Dougherty Co. receives emergency funding reimbursement

Dougherty Co. receives emergency funding reimbursement

ALBANY, Ga. (WALB) - Dougherty County leaders are getting the green federal, and state emergency management agencies promised.

Back in 2017, a series of storms and tornados changed the lives of many people in the Good Life city.

People like Debbie and Steve Allen, who lived near Radium Springs.

“When it got quiet again, we had to push the door open, and shoved it open, things had fallen at that point and were blocking the door. And he pushed the door open and said he would go out first. Then he came back to the door, and he said, well I need to go ahead and warn you… we don’t have a roof. And I was like, what do you mean we don’t have a roof? Well, you could see sky,” said Debbie.

Dougherty county was recently reimbursed by FEMA and GEMA.
Dougherty county was recently reimbursed by FEMA and GEMA. (Source: walb)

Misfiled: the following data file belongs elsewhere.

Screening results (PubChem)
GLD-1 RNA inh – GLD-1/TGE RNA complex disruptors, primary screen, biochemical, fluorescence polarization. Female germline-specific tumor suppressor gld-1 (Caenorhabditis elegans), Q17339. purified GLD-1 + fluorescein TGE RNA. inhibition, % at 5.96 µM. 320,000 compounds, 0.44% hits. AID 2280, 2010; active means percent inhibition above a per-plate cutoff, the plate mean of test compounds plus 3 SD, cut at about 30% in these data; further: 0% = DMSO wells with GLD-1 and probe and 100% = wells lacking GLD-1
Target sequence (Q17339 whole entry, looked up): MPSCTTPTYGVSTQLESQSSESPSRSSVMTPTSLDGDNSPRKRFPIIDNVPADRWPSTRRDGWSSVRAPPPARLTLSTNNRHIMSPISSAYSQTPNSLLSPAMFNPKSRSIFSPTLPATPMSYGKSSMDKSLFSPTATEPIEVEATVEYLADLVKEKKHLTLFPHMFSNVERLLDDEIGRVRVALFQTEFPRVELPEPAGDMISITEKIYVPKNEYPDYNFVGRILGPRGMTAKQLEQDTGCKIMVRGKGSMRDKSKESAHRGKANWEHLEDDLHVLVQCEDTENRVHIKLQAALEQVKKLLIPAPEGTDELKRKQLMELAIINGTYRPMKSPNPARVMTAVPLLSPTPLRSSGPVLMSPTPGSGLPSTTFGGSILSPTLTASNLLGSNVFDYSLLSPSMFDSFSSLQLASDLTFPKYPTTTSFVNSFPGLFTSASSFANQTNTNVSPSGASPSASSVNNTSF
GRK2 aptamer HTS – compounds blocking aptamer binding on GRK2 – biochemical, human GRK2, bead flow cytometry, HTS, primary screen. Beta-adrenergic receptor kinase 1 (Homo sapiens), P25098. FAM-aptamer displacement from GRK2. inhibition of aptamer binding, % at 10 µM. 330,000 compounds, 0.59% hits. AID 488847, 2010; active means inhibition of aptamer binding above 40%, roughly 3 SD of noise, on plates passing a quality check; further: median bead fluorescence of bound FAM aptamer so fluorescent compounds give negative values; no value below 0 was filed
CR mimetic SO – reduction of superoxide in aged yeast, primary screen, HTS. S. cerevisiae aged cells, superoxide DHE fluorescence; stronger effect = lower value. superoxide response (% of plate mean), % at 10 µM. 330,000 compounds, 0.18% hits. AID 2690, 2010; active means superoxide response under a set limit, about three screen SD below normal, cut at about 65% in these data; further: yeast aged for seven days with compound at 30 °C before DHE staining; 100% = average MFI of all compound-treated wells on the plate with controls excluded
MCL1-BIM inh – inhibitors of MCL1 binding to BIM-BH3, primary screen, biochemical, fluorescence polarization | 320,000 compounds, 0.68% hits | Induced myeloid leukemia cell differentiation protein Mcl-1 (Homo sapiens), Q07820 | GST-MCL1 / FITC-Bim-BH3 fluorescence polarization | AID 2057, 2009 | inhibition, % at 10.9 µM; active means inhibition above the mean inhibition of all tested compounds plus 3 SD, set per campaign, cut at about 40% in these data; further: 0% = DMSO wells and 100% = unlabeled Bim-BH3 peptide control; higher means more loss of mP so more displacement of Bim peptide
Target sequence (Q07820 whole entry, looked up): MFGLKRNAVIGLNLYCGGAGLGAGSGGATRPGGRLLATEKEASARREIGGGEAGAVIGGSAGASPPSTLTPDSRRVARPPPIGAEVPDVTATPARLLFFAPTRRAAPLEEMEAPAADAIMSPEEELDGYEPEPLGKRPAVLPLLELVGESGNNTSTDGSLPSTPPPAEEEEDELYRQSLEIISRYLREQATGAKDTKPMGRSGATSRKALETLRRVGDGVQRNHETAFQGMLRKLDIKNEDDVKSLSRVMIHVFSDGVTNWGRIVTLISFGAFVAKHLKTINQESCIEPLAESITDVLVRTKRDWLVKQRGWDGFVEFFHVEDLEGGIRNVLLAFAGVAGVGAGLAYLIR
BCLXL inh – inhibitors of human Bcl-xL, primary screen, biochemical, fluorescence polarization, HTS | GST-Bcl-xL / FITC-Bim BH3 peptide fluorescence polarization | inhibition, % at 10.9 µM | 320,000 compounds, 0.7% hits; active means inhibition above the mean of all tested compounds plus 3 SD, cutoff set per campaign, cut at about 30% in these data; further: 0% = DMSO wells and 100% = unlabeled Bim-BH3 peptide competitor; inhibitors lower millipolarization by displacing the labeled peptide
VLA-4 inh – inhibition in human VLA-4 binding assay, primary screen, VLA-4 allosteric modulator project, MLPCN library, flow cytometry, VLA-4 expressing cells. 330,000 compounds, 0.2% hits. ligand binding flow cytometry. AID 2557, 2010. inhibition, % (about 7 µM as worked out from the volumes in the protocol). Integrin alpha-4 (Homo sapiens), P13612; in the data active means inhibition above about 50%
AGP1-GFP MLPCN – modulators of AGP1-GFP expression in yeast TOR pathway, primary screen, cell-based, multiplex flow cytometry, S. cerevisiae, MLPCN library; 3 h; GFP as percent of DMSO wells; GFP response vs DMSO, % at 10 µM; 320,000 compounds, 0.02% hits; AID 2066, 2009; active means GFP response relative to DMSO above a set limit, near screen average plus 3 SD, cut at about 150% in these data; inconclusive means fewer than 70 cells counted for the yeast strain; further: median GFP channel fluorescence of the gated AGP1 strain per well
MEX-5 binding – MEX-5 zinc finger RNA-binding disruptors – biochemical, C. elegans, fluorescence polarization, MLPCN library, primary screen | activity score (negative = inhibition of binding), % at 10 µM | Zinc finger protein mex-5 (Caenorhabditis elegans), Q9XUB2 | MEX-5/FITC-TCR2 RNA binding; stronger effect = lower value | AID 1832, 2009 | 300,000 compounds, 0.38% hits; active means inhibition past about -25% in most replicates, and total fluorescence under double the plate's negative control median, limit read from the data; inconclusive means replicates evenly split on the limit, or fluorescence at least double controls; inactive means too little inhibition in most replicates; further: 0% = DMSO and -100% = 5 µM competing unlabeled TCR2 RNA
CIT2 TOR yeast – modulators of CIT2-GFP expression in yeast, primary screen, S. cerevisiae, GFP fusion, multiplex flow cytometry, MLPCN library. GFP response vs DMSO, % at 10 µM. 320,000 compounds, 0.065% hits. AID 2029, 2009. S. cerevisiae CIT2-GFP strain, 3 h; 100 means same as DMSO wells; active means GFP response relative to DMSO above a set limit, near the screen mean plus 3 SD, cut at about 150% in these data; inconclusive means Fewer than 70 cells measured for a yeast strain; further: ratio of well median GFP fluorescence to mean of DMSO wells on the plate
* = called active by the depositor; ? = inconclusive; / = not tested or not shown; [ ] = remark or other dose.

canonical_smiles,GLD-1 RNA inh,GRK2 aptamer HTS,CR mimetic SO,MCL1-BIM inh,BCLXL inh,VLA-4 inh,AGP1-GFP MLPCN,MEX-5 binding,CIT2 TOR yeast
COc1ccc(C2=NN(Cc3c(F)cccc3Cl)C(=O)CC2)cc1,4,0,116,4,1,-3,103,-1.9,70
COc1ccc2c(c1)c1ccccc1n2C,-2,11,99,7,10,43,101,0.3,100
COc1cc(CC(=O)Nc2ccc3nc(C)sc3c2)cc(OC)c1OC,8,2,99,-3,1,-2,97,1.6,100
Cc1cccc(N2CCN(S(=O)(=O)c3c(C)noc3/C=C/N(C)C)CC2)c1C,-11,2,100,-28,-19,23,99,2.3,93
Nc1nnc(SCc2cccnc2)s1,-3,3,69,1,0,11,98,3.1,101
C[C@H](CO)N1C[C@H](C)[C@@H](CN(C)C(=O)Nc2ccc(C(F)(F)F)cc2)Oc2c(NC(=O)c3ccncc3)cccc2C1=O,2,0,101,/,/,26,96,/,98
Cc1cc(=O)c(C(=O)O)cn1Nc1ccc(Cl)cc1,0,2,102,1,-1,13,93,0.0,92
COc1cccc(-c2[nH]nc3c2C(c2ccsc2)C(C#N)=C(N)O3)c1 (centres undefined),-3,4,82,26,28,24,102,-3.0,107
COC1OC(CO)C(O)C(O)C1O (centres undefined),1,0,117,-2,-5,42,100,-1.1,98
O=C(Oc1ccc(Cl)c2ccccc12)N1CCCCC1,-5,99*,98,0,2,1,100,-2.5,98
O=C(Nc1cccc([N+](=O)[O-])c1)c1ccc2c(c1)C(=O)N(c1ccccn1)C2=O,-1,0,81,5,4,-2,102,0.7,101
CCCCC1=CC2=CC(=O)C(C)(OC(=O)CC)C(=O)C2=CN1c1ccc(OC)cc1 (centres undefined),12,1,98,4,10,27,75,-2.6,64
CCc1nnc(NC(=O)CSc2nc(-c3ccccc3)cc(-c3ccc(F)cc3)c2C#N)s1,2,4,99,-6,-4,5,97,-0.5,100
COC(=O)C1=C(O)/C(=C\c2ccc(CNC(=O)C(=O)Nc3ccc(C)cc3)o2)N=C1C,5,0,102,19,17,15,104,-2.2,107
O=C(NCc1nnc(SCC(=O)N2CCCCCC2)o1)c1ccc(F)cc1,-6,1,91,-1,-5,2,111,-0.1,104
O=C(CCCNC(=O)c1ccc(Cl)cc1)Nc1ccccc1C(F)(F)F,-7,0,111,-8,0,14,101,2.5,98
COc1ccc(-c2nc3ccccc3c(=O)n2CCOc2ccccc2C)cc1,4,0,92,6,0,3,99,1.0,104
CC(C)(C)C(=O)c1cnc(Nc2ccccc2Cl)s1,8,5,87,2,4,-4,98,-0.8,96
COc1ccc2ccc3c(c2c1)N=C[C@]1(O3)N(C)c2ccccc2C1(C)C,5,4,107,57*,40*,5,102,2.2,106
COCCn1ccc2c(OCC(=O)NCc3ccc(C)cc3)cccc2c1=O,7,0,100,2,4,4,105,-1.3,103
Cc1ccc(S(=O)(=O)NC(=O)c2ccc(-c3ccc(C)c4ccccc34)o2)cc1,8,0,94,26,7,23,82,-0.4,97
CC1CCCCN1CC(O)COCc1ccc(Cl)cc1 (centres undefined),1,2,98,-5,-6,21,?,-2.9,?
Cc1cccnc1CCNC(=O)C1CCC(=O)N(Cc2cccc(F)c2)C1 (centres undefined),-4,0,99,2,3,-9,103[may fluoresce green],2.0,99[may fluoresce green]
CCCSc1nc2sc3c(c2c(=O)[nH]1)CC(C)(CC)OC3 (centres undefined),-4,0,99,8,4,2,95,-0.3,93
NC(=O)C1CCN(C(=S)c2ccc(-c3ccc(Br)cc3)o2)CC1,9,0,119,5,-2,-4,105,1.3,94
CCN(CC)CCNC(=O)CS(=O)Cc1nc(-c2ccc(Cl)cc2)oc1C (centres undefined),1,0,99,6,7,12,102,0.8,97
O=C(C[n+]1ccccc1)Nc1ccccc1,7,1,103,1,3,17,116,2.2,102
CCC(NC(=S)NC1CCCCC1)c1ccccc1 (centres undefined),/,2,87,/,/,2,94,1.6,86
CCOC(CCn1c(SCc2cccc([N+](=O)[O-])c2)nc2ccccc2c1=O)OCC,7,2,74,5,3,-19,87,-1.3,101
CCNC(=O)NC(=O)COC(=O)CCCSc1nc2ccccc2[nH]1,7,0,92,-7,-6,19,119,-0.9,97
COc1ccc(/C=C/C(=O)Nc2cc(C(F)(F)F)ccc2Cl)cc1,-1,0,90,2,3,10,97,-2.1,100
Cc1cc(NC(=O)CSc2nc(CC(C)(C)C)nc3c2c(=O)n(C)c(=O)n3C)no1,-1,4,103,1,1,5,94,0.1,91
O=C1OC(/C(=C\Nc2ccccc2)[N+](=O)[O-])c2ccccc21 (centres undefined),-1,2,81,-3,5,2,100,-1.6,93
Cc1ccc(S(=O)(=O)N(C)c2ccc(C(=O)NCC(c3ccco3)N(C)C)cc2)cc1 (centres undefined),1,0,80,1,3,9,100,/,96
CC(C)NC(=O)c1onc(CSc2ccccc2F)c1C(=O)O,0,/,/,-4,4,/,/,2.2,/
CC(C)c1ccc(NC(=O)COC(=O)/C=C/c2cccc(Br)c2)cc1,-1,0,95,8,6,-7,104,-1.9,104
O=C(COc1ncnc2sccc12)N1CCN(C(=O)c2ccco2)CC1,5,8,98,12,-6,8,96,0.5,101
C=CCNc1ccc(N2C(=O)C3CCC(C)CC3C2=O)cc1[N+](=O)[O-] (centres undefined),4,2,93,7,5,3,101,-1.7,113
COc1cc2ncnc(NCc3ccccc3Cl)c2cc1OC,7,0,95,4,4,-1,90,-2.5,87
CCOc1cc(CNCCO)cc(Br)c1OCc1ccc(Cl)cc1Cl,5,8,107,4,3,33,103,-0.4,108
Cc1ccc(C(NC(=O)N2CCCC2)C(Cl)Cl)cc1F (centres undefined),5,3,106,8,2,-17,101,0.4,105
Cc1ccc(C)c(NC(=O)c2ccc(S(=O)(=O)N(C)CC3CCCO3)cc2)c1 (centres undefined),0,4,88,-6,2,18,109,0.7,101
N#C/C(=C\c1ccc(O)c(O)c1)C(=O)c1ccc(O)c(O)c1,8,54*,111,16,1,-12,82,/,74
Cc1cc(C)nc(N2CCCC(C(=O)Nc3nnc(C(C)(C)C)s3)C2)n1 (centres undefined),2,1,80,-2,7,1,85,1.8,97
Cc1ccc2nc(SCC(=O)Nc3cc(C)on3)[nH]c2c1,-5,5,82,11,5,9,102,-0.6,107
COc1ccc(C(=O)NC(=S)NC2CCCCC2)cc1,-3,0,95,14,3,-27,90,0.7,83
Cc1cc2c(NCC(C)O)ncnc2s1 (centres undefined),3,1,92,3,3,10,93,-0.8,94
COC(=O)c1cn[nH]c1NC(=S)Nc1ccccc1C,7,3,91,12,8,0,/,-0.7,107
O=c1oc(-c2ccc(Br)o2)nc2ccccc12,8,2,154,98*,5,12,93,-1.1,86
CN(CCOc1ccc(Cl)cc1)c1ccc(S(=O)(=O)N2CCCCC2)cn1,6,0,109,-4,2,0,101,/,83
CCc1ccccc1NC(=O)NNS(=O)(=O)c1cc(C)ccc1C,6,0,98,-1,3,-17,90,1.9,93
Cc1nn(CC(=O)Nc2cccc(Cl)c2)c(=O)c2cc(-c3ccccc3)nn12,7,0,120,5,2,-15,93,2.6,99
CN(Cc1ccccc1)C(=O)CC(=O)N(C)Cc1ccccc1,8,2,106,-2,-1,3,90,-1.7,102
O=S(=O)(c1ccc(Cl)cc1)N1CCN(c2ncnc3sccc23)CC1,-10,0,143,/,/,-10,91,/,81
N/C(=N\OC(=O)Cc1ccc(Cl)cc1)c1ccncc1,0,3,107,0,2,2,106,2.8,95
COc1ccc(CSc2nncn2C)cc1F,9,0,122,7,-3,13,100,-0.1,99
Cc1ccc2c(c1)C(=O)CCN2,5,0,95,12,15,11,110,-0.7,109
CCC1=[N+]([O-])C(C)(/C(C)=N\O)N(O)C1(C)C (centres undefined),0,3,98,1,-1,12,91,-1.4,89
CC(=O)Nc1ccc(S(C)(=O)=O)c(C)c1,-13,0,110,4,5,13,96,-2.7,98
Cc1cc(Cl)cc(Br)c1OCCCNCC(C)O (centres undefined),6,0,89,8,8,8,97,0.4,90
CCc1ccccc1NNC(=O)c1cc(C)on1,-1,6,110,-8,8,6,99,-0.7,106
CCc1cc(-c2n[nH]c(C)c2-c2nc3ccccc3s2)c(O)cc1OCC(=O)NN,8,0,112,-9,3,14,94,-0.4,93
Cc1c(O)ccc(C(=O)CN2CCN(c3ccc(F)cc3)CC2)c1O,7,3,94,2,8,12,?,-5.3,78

After the storm, the county was left to cover the costs in neighborhoods like the Allen's… and the total cost was astounding.

“The most expensive cost center is debris removal. And so you primarily focus on the need at hand, making sure you protect human life, safety, and property. You take care of that on the front end, and then you can move on to recovery,” said Michael McCoy, Dougherty County Administrator.

Now that the county has a 2.8 million-dollar check in hand, county leaders have a cushion to fall back on in the event that disaster strikes again.

“We’re ready. We were responsible for about 16 million dollars that was expended. We have recovered over 96 percent of our reimbursement, so we are well positioned to deal with whatever is next, and currently, that’s the COVID-19 pandemic.”

Even though the county seems to be recovering from the financial blow that the storm delivered, many families will never be able to truly move on from the devastation that the January storms left behind, but the community’s support is what keeps them going.

“You’re always hearing ‘Albany strong’ or ‘one Albany’ but I just don’t think people really understand that if they haven’t experienced that kind of disaster that when the going gets tough, we take care of each other,” said Debbie.

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